Aging and Rock Demographics

Due to a bewildering number of things to do, combined with a collective Dark Night of the Soul shared by almost all of us in Grad Office 210 that lasted a week, I’d completely forgotten that I’d spoken to my friend Tina about going to a gathering at the Murat in downtown Indy. At the time I’d originally spoken to her I didn’t hear her properly and thought that it had something to do with the Colts. Hmm, a concert for the Colts. Inconcisely, I’m very much not at all even slightly connected to football, but I thought, hey, free tickets, it’ll be good for people watching, expanding horizons, writing material, a gin and tonic, and so forth.
But by the time I’d finished my class yesterday, piled all of my crap in the back of the car, and hightailed it home, any memory of my conversation with Tina had completely evaporated. I Lugged my box of books, papers, notebooks, CD-Rs, dumped the mess on the sofa and did what I now often do after getting home on an early Friday afternoon–I went directly to bed. Sure, I go there with the excuse that I’ll stay warm under the covers and read until the house heats up, but I know that I’ll be out like a light within ten minutes. After a dream in which I was at the Symphony with my Aunt Paula, I hear my phone. Tina. Wanting to know about the concert.
“The Colts? Really? A concert for them?” I was inclined not to go. After various repronunciations at varying volume, I finally was able to understand that they were free tickets for The Cult, whom many of my older readers might remember as an 80s rock group. Tina had five free tickets, her husband couldn’t go. I squinted at the clock and determined that I could get to Tina’s house and then downtown in time to find a decent spot. I told Tina I’d be over after a quick clean-up.
The poor Cult folks–as soon as I got in to the Egyptian Room with Tina and company, I was failry certain that this would be a bust of a concert. At the same time the “Kids Bop” even t was being held in the Main Hall–pre-teens could be heard screaming to imitation Britney. Tickets hadn’t sold well so the promoters, looking at the general age group of folks who listened to The Cult, comped a bunch of tickets to banks, downtown office buildings, and my former employer, the Big Mutual Fund Company, which is how Tina got ours. The room looked like a slightly goth-tinged Annuities Convention. The whole event was officially titled The Jaegermeister Music Tour–five bands culminating with The Cult. The Jaeger bus, bright orange, was parked outside. The busty Jaeger girls were there, smiling in carefully-prepared poses, took orders and pulled back their shoulders for pictures. Jaeger ads were projected onto the ceiling–the buck with the radiant cross between its antlers twitched to different spots on the ceiling at timed intervals.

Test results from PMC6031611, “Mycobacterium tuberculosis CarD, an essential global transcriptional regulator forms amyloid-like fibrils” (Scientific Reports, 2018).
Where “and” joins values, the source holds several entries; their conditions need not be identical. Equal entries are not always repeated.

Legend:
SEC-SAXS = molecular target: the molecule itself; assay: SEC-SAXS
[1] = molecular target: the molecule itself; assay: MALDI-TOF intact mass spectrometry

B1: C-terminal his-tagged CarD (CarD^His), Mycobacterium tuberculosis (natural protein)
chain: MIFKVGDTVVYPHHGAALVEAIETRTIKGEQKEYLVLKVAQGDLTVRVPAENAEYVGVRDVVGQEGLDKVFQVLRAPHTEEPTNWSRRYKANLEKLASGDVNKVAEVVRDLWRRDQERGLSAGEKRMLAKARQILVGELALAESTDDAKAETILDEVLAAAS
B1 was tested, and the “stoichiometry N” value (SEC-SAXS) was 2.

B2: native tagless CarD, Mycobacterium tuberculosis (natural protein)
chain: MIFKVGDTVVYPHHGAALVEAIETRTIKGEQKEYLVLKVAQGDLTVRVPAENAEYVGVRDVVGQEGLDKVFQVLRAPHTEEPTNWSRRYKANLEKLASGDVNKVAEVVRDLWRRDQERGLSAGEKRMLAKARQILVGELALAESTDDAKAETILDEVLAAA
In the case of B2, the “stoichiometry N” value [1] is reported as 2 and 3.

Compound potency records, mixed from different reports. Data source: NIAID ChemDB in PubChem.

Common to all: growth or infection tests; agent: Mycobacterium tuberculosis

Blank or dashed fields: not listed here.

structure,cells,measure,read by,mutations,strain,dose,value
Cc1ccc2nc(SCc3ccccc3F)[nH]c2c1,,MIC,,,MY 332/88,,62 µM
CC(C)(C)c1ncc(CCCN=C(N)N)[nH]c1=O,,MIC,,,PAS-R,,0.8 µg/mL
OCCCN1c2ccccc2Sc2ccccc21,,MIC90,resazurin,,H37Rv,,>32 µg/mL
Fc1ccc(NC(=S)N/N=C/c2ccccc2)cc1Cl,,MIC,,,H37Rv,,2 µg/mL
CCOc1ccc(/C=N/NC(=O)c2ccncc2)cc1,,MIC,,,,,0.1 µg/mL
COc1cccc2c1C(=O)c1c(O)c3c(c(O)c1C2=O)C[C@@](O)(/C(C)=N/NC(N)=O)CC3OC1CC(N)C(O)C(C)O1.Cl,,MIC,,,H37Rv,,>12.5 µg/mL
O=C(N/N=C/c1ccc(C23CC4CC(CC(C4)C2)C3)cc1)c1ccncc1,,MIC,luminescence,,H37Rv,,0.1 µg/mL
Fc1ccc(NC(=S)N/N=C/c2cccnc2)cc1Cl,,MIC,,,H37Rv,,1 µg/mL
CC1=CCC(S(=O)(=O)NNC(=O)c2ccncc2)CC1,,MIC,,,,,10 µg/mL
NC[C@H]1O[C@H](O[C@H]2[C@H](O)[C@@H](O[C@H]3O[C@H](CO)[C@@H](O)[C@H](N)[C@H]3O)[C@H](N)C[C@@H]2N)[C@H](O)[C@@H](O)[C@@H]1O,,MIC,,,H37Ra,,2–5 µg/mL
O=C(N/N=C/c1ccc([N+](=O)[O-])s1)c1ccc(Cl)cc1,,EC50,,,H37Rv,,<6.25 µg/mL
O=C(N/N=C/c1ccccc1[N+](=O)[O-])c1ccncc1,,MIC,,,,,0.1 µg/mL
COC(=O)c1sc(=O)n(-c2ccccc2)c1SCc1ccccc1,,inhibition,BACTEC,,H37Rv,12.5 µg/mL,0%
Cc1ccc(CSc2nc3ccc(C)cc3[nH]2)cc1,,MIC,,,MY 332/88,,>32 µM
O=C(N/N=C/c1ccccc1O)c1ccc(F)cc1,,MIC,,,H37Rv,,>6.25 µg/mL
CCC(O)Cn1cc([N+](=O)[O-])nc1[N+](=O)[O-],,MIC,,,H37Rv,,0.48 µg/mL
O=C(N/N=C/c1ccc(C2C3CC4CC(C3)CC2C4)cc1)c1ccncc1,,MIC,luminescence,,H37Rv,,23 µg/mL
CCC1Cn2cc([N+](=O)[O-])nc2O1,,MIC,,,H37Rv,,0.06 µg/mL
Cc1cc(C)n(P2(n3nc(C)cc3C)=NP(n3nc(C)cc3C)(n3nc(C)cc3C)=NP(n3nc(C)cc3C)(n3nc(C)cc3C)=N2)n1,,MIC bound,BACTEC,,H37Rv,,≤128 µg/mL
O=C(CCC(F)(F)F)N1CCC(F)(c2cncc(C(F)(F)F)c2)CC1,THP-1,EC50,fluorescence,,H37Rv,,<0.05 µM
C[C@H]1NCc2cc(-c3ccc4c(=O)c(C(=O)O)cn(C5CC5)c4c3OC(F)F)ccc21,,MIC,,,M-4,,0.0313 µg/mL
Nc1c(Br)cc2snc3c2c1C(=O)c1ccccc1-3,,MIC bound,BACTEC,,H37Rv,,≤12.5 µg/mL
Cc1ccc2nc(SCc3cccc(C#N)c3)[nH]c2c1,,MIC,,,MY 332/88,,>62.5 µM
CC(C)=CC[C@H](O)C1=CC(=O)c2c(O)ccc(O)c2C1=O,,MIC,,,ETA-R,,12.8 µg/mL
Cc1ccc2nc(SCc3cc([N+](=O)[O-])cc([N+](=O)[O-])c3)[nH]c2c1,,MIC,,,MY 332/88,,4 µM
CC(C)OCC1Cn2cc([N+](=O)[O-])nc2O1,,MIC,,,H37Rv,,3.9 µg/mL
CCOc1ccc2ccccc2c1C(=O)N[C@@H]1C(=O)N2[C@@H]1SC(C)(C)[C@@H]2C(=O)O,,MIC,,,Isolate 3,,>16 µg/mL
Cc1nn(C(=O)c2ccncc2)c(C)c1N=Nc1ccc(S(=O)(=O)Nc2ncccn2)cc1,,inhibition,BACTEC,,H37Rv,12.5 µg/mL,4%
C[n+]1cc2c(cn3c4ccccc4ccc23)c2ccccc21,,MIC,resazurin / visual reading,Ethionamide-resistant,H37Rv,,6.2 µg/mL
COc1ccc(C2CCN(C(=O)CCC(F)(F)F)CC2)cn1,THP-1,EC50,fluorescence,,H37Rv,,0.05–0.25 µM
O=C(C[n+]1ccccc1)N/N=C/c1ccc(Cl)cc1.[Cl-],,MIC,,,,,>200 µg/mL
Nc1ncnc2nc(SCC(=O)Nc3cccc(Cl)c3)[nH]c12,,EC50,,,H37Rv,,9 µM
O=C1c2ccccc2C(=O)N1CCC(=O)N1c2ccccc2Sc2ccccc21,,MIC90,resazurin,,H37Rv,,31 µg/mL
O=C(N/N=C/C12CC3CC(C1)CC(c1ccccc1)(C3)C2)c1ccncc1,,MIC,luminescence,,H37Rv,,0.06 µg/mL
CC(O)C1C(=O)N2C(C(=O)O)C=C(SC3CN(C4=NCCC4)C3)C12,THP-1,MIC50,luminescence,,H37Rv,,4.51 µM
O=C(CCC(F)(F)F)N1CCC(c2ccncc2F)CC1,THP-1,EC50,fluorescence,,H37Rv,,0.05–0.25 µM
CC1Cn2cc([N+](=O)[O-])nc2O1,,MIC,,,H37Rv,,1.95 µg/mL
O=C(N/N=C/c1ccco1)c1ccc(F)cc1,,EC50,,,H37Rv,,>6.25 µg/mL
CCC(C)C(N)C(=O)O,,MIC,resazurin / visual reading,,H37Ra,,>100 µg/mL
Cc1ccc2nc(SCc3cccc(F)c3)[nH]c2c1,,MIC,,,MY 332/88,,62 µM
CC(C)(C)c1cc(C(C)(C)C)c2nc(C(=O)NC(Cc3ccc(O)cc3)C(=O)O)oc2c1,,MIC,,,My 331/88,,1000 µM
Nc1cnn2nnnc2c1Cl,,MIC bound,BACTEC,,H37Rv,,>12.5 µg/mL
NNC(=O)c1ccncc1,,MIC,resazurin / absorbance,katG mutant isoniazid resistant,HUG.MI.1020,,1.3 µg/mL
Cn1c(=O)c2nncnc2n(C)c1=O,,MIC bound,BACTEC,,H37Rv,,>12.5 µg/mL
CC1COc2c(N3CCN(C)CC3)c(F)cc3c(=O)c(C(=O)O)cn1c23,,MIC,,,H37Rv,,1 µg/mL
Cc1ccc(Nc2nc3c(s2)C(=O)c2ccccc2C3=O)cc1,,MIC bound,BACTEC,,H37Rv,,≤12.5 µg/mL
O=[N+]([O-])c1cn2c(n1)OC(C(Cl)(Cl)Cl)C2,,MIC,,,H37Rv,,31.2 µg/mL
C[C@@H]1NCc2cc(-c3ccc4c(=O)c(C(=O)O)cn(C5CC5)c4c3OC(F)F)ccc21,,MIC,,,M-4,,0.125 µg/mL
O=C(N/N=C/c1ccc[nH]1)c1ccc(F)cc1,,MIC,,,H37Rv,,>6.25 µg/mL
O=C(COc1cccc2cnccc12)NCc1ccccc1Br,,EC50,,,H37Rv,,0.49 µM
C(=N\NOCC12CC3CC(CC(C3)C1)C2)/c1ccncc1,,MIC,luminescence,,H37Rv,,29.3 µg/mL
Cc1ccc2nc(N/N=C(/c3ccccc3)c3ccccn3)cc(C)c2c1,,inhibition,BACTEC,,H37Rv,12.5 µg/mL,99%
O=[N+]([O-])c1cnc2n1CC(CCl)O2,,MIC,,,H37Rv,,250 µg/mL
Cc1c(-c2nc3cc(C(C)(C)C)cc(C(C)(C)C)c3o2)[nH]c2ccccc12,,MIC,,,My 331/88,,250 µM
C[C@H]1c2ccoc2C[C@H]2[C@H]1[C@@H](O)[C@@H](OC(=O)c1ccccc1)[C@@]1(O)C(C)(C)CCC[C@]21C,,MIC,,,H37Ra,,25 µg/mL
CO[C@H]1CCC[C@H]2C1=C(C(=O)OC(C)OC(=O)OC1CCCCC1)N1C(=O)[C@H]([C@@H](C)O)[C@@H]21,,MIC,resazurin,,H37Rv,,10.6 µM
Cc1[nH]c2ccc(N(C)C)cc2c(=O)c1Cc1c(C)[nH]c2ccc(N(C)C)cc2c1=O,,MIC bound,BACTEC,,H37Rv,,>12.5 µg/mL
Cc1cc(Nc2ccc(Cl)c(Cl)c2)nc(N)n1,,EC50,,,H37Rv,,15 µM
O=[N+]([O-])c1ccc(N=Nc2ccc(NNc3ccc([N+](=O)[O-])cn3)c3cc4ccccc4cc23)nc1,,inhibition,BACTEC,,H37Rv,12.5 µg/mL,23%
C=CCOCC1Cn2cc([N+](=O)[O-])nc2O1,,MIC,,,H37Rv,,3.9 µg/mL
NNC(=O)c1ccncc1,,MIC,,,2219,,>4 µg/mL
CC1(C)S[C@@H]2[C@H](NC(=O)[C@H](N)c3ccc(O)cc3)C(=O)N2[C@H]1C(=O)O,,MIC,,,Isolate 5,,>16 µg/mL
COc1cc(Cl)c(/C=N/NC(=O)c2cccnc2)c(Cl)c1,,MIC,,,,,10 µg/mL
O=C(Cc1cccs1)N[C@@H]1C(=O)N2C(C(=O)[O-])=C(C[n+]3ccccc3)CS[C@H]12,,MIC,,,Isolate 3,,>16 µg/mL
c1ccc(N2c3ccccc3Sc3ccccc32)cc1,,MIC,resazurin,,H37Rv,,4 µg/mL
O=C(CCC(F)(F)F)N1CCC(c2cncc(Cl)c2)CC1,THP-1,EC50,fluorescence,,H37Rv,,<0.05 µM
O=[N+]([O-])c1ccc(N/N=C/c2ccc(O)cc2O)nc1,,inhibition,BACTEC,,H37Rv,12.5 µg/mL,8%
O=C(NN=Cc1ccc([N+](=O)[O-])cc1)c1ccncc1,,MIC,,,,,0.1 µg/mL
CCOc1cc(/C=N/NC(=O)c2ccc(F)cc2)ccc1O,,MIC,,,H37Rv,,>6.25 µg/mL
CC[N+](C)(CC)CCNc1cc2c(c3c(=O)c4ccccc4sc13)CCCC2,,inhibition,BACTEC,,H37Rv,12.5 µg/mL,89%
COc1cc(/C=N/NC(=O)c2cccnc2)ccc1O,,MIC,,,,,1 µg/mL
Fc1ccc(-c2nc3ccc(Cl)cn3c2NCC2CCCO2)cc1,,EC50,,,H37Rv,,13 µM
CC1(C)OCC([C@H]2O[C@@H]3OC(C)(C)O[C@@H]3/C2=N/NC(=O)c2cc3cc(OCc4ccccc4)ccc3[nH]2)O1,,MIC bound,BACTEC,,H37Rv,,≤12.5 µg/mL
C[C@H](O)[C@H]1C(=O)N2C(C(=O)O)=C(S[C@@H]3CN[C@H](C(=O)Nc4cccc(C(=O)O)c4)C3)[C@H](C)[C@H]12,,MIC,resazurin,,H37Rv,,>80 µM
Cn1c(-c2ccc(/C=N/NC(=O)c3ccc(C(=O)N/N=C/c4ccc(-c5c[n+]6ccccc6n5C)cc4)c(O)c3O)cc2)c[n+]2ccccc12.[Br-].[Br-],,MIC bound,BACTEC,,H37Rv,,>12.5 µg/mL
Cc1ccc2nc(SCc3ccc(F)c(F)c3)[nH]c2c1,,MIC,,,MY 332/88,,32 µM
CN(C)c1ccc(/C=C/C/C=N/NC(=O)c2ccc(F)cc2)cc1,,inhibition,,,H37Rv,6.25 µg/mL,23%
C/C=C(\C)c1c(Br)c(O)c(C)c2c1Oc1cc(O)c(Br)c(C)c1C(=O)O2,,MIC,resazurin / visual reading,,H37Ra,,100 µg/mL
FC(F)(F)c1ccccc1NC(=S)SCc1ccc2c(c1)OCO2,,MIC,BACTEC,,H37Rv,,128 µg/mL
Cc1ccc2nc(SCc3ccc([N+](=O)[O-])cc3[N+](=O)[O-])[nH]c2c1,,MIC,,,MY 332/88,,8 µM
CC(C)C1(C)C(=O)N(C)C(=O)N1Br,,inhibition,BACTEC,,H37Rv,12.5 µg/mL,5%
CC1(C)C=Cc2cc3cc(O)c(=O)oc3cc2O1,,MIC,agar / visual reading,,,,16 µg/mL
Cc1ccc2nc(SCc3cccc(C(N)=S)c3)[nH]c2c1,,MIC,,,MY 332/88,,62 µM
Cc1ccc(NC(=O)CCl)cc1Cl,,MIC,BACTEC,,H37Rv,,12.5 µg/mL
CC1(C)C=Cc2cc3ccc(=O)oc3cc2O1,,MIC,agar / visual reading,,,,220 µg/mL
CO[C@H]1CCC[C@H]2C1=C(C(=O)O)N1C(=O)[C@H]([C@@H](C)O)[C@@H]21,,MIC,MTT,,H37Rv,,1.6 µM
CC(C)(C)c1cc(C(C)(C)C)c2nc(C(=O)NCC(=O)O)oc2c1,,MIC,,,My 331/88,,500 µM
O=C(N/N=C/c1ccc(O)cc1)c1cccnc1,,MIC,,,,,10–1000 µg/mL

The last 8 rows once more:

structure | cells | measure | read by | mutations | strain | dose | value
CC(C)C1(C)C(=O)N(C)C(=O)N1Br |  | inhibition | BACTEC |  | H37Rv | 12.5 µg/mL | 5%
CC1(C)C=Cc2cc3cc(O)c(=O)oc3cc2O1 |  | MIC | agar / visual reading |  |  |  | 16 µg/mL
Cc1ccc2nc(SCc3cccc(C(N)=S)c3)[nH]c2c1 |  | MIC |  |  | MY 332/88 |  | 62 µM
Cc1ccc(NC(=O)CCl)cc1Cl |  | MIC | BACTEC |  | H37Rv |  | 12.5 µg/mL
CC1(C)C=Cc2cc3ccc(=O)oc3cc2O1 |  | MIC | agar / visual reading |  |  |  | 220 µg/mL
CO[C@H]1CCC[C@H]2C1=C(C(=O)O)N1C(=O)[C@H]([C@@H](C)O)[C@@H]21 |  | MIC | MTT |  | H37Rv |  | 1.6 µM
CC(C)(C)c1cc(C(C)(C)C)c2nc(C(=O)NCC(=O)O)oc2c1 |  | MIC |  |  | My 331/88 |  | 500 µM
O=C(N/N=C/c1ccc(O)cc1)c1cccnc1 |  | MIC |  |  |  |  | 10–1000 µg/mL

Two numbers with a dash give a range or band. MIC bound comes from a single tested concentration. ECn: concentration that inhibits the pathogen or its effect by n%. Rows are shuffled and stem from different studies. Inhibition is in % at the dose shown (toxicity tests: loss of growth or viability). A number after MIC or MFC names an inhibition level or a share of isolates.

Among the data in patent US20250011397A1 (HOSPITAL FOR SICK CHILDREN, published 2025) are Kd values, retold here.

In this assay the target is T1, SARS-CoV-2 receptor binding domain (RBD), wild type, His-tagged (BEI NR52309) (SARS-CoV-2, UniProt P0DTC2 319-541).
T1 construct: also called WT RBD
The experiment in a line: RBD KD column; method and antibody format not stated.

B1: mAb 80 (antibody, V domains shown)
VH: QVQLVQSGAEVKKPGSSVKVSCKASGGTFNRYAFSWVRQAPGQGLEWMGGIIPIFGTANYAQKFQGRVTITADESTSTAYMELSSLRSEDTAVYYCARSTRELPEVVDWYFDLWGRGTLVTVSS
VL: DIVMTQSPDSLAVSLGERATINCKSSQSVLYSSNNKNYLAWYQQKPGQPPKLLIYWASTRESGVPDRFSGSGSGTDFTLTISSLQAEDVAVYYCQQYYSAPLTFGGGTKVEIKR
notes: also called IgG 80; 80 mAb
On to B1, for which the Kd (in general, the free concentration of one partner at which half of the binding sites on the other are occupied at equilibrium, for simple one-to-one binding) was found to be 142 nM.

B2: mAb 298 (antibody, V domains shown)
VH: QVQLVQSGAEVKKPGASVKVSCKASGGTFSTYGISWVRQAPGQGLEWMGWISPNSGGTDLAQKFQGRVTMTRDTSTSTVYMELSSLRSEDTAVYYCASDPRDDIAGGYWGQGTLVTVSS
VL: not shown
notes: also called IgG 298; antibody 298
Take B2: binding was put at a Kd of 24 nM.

I wasn’t really in the mood for a rock concert. Evidently, neither were the 50-somethings that were there. The opening bands exhorted the attendees (I won’t call it a crowd) to buy independent, to support new bands, and to “ditch all this Corporate bullshit that’s killed music.” I blinked. Looked up. The Jaeger logo spun slowly–a deer in a dryer. “Coors Light” sailed slowly over the ceiling tiles.
The sedentarily-boozing Managerial faction at the tables weren’t impressed. “Fuck you.” Their jowls quivered. Most sat in accustomed Barcalounger poses. I ordered a drink. Sipped the Jaeger. It tasted like Vicks Formula 44D. I decided to have it changed to a Jaeger Bomb, which added Red Bull. I sipped. The addition magically transformed the flavor to that of Robitussin.
The Cult came on. One of Tina’s kids was face-forward on the table, sleeping in spite of the volume. The lead singer, after three songs, mentioned Siddhartha by Hermann Hesse. “Fuck you” said the Barcaloungers. “You do read books, don’t you?” said the lead singer. Contempt from the Barcaloungers, who went to get more crap domestic beer. After a few more songs, the lead singer spits. “Kids Bop is next door, people.” “Fuck you” said the Barcaloungers. The Jaeger gorls were gone. The tenders broke down the bar, shut off the Jaeger machines. Carts of the awful stuff went by. From my vantage point, I could count no fewer than four Barcaloungers, heads thrown back, mouths open, sleeping. It was less a rock concert than a lounge in a retirement village, shortly after dinnertime.
Good night, right-wing Christian fuckers,” said the singer. Which missed the point, I think.


~ by dblomenb on November 17, 2007.

4 Responses to “Aging and Rock Demographics”

  1. Talk about old! I don’t even know what Jeager is and only have a vague memory of The Cult. But there is nothing sadder than a bunch of overweight, surly, balding middle-aged people at a rock concert put on by musicians well past their prime. (Almost as pathetic as middle-aged people who read blogs and then make comments). Rock is kind of all about “sticking it to the man”. You can’t really do that when you ARE “the man”.

  2. These people were certainly “The Man.”

  3. So apparently Ian Astbury hasn’t aged well… I had a major lust fixation on him back in the day. They must be, um, scraping the bottom of the barrel to do a Jaegermeister tour… {sigh} I can’t believe you even tried the stuff. Gross! Perhaps even more frightening is the fact that I still have their albums. On vinyl.

  4. This post is one of the most wonderful things I have ever read. I’m kind of jealous I didn’t write it first, as fiction.

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